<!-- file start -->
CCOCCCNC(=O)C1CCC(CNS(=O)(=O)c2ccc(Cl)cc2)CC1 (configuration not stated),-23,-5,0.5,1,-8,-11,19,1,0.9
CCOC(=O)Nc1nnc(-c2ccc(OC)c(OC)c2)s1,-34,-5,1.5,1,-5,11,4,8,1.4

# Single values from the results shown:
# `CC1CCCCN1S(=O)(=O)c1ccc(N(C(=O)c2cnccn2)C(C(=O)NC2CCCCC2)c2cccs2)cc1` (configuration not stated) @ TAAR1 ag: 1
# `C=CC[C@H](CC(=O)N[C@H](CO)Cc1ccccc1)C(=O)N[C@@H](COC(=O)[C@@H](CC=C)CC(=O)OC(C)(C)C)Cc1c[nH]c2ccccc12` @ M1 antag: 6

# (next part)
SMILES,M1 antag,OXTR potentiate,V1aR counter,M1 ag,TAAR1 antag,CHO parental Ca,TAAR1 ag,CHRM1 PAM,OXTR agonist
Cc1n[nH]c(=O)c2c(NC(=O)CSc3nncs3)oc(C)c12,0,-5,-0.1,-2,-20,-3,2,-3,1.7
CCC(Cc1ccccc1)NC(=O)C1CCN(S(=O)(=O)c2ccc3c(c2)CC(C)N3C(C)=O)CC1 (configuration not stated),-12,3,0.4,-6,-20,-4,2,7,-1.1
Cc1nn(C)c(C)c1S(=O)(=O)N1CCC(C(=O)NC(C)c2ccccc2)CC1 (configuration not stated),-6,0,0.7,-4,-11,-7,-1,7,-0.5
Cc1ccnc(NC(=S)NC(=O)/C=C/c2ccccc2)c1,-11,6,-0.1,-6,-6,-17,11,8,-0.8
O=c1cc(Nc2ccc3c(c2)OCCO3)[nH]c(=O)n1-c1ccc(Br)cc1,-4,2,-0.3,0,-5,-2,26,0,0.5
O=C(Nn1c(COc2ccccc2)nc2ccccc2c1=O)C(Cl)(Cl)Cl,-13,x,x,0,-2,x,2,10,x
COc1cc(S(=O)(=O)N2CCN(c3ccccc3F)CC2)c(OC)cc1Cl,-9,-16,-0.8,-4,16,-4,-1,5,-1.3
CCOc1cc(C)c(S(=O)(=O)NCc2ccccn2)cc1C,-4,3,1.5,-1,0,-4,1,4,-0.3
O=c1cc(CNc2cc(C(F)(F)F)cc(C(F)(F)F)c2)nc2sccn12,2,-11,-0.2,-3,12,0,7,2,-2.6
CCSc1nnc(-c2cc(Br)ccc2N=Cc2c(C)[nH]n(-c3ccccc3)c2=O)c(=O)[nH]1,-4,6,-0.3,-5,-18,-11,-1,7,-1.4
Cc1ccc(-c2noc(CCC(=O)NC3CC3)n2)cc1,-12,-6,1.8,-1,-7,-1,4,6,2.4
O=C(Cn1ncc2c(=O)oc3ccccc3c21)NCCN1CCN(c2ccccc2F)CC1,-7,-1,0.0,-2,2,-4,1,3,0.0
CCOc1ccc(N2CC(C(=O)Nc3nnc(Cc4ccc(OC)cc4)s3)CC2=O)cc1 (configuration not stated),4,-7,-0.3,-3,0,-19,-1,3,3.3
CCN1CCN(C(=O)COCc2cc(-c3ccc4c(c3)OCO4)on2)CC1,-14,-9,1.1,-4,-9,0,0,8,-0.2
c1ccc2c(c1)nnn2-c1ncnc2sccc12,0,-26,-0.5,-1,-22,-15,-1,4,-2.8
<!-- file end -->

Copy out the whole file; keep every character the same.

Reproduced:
CCOCCCNC(=O)C1CCC(CNS(=O)(=O)c2ccc(Cl)cc2)CC1 (configuration not stated),-23,-5,0.5,1,-8,-11,19,1,0.9
CCOC(=O)Nc1nnc(-c2ccc(OC)c(OC)c2)s1,-34,-5,1.5,1,-5,11,4,8,1.4

# Single values from the results shown:
# `CC1CCCCN1S(=O)(=O)c1ccc(N(C(=O)c2cnccn2)C(C(=O)NC2CCCCC2)c2cccs2)cc1` (configuration not stated) @ TAAR1 ag: 1
# `C=CC[C@H](CC(=O)N[C@H](CO)Cc1ccccc1)C(=O)N[C@@H](COC(=O)[C@@H](CC=C)CC(=O)OC(C)(C)C)Cc1c[nH]c2ccccc12` @ M1 antag: 6

# (next part)
SMILES,M1 antag,OXTR potentiate,V1aR counter,M1 ag,TAAR1 antag,CHO parental Ca,TAAR1 ag,CHRM1 PAM,OXTR agonist
Cc1n[nH]c(=O)c2c(NC(=O)CSc3nncs3)oc(C)c12,0,-5,-0.1,-2,-20,-3,2,-3,1.7
CCC(Cc1ccccc1)NC(=O)C1CCN(S(=O)(=O)c2ccc3c(c2)CC(C)N3C(C)=O)CC1 (configuration not stated),-12,3,0.4,-6,-20,-4,2,7,-1.1
Cc1nn(C)c(C)c1S(=O)(=O)N1CCC(C(=O)NC(C)c2ccccc2)CC1 (configuration not stated),-6,0,0.7,-4,-11,-7,-1,7,-0.5
Cc1ccnc(NC(=S)NC(=O)/C=C/c2ccccc2)c1,-11,6,-0.1,-6,-6,-17,11,8,-0.8
O=c1cc(Nc2ccc3c(c2)OCCO3)[nH]c(=O)n1-c1ccc(Br)cc1,-4,2,-0.3,0,-5,-2,26,0,0.5
O=C(Nn1c(COc2ccccc2)nc2ccccc2c1=O)C(Cl)(Cl)Cl,-13,x,x,0,-2,x,2,10,x
COc1cc(S(=O)(=O)N2CCN(c3ccccc3F)CC2)c(OC)cc1Cl,-9,-16,-0.8,-4,16,-4,-1,5,-1.3
CCOc1cc(C)c(S(=O)(=O)NCc2ccccn2)cc1C,-4,3,1.5,-1,0,-4,1,4,-0.3
O=c1cc(CNc2cc(C(F)(F)F)cc(C(F)(F)F)c2)nc2sccn12,2,-11,-0.2,-3,12,0,7,2,-2.6
CCSc1nnc(-c2cc(Br)ccc2N=Cc2c(C)[nH]n(-c3ccccc3)c2=O)c(=O)[nH]1,-4,6,-0.3,-5,-18,-11,-1,7,-1.4
Cc1ccc(-c2noc(CCC(=O)NC3CC3)n2)cc1,-12,-6,1.8,-1,-7,-1,4,6,2.4
O=C(Cn1ncc2c(=O)oc3ccccc3c21)NCCN1CCN(c2ccccc2F)CC1,-7,-1,0.0,-2,2,-4,1,3,0.0
CCOc1ccc(N2CC(C(=O)Nc3nnc(Cc4ccc(OC)cc4)s3)CC2=O)cc1 (configuration not stated),4,-7,-0.3,-3,0,-19,-1,3,3.3
CCN1CCN(C(=O)COCc2cc(-c3ccc4c(c3)OCO4)on2)CC1,-14,-9,1.1,-4,-9,0,0,8,-0.2
c1ccc2c(c1)nnn2-c1ncnc2sccc12,0,-26,-0.5,-1,-22,-15,-1,4,-2.8